For personal computer users, the Bible was one of the first books made available in digital format, and with good reason: There is a lot of information to be had in the Bible’s pages. A computer can cross-reference and search such data easily and with accuracy.
Add in commentary, linguistic help and other reference items, and you soon have a resource for scholars, pastors, rabbis, students and laity.
Bible software is thought to be a $40 million to $50 million annual business in the United States. Logos Research Systems of Bellingham, Wash., has long dominated the field with its Logos Bible Software. Though it was available only for Windows users, an estimated 9 percent of Mac users who use Bible software were running Logos, either with a Windows emulator program such as Virtual PC or on a PC dedicated to that program.
Soon, Mac users won’t have to resort to extremes. Logos says it will have a Mac version available by the end of the year. Most of the 4,000 or so electronic book titles in the firm’s library will carry over to the Mac format. Only a very few, the company says, will need some revision.
Bob Pritchett, Logos president and chief executive officer, said last week that customers have long asked for the switch.
“We’ve had a lot of requests for Mac versions over the years, and we believe that Apple’s position in the market has been getting stronger,” he said. “We have a lot of content that is not available on the Mac, and we work with a lot of schools that are dual platform, and we want to be able to serve those schools well.”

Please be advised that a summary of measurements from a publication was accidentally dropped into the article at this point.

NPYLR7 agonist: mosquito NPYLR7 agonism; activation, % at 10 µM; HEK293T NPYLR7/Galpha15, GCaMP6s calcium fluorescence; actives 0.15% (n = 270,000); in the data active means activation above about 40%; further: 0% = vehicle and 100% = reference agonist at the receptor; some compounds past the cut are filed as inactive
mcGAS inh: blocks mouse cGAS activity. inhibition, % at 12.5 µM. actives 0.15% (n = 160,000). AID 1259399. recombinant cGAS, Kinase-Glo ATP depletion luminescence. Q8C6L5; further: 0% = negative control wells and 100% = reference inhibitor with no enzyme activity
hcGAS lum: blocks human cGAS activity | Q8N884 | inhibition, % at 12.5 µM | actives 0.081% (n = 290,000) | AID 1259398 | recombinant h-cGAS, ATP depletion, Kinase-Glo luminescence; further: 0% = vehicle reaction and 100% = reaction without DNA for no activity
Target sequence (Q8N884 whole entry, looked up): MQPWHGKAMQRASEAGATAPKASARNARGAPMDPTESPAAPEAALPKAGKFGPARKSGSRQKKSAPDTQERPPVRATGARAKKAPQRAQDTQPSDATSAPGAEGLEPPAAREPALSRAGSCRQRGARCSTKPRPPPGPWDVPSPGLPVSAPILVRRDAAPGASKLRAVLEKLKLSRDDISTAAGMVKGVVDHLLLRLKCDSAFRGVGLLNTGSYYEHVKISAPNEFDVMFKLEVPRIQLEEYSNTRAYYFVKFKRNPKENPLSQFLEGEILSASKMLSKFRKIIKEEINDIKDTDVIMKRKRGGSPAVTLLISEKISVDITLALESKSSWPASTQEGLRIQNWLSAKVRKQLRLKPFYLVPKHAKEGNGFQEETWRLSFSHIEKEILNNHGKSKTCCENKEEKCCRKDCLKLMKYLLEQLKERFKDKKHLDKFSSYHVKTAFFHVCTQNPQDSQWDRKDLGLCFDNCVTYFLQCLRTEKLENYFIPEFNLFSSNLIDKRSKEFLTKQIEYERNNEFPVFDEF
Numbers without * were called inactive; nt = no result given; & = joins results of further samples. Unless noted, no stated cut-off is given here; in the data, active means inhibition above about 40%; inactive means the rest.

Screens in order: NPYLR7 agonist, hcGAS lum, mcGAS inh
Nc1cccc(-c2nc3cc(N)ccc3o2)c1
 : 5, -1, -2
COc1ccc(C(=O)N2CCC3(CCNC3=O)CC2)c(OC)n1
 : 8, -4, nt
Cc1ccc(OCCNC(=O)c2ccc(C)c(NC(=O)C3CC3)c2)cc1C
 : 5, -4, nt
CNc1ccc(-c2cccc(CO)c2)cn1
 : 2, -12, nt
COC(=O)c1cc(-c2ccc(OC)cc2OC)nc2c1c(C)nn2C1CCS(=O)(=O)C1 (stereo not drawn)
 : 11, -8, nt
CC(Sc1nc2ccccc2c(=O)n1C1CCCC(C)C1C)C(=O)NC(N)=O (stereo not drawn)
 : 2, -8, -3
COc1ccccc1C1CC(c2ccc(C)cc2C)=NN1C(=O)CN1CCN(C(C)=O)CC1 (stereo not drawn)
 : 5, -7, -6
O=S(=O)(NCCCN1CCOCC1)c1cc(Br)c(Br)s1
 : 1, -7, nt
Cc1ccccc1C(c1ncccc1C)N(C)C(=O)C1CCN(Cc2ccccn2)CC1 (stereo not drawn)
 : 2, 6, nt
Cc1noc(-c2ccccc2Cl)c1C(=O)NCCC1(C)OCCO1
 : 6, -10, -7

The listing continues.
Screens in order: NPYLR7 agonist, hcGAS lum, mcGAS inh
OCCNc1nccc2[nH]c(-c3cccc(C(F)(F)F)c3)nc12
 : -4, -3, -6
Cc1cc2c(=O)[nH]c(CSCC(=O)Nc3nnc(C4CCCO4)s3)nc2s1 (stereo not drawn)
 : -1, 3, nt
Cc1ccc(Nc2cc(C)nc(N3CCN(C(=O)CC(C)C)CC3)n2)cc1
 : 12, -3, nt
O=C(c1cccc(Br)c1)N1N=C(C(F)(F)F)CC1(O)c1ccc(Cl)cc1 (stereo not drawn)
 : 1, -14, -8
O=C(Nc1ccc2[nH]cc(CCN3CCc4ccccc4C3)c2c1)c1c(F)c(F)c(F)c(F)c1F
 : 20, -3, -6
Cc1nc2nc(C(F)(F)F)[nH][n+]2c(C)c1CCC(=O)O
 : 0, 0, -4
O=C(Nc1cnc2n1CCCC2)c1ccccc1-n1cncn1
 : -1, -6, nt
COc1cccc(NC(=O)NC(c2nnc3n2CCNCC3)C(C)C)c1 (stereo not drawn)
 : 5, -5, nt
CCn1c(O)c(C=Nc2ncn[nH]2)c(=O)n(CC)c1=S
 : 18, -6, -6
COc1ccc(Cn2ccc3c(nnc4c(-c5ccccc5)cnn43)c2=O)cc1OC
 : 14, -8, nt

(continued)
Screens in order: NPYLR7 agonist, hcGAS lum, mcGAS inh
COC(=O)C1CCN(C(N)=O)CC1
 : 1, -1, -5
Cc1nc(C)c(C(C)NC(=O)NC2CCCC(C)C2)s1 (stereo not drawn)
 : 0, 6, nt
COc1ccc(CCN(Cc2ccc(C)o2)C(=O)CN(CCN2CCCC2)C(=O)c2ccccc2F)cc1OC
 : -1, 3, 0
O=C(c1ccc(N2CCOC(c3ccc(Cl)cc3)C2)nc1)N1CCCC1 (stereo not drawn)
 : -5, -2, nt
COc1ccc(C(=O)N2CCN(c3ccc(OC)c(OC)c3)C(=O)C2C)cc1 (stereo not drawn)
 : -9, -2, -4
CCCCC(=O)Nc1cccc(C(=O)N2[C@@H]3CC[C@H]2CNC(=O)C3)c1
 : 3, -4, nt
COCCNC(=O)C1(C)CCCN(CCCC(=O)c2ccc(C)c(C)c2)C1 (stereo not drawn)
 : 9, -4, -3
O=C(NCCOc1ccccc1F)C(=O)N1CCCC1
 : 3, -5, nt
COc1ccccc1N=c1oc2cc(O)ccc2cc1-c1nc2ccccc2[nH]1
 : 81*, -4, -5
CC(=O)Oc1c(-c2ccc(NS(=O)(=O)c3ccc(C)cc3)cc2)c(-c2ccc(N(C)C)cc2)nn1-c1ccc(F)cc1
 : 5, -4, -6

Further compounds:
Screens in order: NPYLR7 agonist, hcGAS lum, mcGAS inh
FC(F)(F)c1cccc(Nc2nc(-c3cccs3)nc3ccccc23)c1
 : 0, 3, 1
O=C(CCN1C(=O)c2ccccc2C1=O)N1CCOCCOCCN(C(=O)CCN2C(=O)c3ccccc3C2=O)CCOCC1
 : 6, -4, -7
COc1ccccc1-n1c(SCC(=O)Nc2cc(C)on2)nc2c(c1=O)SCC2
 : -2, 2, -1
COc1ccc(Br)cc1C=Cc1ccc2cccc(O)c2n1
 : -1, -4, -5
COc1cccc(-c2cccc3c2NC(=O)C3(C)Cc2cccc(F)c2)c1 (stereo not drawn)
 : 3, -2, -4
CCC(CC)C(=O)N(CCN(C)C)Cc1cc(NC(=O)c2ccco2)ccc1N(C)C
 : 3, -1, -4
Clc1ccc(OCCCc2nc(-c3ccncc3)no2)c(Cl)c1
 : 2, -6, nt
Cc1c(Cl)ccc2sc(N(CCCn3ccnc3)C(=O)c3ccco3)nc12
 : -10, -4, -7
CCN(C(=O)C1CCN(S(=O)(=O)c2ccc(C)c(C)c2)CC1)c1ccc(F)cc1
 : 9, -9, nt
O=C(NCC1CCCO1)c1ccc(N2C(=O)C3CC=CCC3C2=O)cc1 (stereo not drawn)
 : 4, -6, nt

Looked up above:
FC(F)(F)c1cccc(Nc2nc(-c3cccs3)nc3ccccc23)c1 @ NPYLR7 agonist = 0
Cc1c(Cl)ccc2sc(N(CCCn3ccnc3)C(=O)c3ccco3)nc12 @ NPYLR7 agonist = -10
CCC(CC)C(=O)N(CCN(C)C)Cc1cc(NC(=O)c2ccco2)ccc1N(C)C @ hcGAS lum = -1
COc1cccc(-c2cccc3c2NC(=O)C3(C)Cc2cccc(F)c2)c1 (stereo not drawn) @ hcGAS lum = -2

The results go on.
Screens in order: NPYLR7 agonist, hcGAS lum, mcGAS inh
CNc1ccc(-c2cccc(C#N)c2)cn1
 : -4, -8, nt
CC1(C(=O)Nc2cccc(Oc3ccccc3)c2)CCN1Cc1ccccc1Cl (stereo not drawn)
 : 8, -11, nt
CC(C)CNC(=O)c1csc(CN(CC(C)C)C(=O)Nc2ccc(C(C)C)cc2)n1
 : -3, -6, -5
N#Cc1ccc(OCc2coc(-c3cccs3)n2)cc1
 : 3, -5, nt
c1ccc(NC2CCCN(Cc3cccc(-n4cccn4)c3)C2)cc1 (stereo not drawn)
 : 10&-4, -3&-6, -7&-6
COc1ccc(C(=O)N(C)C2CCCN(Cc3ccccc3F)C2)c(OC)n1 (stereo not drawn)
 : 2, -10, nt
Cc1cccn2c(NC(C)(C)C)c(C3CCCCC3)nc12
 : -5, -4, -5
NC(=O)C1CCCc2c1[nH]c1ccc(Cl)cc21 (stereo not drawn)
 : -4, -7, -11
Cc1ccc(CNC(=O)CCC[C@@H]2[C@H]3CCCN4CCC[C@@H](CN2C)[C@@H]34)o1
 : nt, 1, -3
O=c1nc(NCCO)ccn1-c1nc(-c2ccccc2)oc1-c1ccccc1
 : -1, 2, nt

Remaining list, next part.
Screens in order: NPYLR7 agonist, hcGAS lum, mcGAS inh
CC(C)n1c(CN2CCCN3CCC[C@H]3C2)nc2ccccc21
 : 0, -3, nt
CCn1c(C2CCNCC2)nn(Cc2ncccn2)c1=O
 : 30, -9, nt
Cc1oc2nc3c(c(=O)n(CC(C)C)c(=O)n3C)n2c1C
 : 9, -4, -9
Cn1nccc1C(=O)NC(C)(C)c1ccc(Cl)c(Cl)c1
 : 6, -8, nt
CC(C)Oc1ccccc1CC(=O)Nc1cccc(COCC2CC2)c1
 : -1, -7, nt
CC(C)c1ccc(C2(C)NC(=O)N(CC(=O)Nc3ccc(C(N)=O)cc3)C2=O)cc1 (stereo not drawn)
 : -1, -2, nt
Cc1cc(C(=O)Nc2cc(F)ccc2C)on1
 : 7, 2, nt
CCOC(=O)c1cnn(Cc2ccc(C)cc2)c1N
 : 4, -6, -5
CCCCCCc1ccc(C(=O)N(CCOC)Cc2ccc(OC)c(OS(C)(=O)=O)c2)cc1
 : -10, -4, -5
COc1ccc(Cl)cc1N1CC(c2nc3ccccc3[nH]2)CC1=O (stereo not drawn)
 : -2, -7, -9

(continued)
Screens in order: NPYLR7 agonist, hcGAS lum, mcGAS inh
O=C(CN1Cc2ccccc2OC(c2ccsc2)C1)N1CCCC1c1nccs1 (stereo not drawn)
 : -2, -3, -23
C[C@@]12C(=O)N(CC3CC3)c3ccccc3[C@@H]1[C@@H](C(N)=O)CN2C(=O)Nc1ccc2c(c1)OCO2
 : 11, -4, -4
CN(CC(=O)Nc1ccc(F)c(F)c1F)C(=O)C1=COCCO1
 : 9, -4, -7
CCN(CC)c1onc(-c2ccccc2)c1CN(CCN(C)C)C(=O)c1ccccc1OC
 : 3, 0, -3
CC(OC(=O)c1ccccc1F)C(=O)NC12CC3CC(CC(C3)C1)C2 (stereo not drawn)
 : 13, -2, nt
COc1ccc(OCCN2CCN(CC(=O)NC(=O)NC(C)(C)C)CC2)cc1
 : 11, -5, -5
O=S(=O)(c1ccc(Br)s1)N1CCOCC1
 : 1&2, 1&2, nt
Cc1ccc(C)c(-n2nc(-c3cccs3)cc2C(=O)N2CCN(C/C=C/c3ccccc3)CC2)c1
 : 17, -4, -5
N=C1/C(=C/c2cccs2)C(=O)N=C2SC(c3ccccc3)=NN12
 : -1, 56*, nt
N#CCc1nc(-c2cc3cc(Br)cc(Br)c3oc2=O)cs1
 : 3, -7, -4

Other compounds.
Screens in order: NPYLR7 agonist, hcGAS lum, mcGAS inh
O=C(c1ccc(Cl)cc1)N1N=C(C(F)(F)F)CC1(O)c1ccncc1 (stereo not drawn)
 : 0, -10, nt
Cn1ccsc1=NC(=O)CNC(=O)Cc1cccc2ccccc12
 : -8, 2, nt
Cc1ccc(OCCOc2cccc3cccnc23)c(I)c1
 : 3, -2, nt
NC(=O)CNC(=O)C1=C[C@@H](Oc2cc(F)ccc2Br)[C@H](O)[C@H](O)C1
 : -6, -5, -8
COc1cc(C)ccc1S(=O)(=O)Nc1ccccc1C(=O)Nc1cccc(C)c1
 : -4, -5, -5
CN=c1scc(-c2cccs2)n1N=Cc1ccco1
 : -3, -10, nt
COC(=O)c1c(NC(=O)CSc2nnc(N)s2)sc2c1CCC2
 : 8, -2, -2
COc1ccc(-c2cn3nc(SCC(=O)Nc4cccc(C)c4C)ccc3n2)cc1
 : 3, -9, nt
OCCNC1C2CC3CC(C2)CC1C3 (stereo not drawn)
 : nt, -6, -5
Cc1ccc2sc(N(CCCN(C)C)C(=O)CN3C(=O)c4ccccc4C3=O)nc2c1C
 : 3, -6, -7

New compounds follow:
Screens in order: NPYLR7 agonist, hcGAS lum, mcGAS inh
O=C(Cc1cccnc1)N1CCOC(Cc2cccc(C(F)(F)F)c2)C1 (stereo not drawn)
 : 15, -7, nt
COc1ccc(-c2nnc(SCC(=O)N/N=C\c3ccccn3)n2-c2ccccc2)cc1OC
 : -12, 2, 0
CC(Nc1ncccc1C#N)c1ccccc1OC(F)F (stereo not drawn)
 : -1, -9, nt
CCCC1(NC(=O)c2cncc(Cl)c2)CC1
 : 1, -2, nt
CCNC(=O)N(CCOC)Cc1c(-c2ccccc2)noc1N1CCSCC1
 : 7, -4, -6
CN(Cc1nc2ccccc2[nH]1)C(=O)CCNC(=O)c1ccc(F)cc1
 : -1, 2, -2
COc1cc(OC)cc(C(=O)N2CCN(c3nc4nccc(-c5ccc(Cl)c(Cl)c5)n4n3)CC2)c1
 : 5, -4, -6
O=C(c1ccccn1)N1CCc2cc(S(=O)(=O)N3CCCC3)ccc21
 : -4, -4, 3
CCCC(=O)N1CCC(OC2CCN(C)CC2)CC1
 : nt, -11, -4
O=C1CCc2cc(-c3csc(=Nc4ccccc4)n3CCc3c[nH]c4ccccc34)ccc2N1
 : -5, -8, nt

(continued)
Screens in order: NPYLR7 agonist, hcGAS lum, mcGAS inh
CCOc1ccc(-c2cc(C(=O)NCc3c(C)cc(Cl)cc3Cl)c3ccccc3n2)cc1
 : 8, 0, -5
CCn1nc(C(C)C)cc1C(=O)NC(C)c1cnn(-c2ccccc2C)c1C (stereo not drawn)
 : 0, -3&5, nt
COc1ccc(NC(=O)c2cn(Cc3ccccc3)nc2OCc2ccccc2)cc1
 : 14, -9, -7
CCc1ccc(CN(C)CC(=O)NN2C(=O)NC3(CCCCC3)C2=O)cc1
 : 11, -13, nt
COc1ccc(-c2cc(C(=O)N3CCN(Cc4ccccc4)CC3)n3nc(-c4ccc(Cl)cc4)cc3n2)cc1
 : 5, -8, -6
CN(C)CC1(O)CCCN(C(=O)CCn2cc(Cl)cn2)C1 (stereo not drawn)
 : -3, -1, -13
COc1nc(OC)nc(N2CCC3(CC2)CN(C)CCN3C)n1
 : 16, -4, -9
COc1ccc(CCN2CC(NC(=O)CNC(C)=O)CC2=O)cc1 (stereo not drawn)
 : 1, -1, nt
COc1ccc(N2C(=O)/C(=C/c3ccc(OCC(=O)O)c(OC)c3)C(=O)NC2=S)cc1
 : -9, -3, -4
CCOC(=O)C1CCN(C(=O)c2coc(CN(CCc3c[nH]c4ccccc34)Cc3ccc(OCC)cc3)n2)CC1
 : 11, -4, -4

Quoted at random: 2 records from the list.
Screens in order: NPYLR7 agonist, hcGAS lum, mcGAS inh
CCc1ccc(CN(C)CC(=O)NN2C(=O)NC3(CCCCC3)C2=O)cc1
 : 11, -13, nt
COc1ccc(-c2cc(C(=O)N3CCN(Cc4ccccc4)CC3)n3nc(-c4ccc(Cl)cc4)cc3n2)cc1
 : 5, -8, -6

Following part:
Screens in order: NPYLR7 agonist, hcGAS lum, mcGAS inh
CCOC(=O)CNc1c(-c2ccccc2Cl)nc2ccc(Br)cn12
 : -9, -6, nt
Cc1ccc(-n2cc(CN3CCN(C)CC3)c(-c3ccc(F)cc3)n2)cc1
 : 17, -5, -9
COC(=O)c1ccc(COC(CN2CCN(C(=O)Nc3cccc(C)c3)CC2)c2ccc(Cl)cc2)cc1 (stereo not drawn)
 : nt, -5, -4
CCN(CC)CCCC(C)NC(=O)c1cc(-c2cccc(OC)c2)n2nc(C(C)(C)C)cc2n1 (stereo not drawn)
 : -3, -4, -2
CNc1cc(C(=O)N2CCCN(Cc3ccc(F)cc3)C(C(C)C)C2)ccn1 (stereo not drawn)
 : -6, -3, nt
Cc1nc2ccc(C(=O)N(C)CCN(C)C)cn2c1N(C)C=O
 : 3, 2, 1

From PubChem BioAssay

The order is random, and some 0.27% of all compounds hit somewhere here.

Mr. Pritchett said demands on today’s clergy for personal counseling, visitation, administration and outreach are cutting into the amount of time available to prepare sermons. Having the tools on computer makes for more efficient work, he suggested.
“We’re particularly excited about helping pastors do better Bible study,” he said. “We’re trying to build tools that help them do better Bible study in less time, [to] free up time for them to be out there and engage the people, without compromising the time to prepare a sermon.”
I can attest to the Logos product’s popularity. A training seminar sponsored by the firm drew a rapt audience, who marveled at the way you can link a Bible version to other research materials such as commentaries and lexicons to make studying easier.
Just about every major English-language Bible version is on the Logos system, as well as Hebrew and Greek texts, and even a interlinear Hebrew Old Testament, whose first 15 books are in online format now.
Commentaries from most major shades of Protestant thought are available, as is “The Encyclopedia of Judaism,” published by Brill last year and edited by scholars Jacob Neusner, Alan J. Avery-Peck and William Scott Green.
Learning how to get the most from the program requires some effort, but it’s labor well worth it. The ability to study a portion of Scripture from many points of view, quickly and digitally, is great; to then be able to take these references and use them in a sermon or academic paper (with attribution, of course) is nothing short of a blessing.
The Logos product will appeal to many students of the Bible, not just clergy. If the Mac version is anything like the Windows version I’ve used for a few years, we’re all in for a treat.
E-mail MarkKel@aol.com or visit www.kellner.us.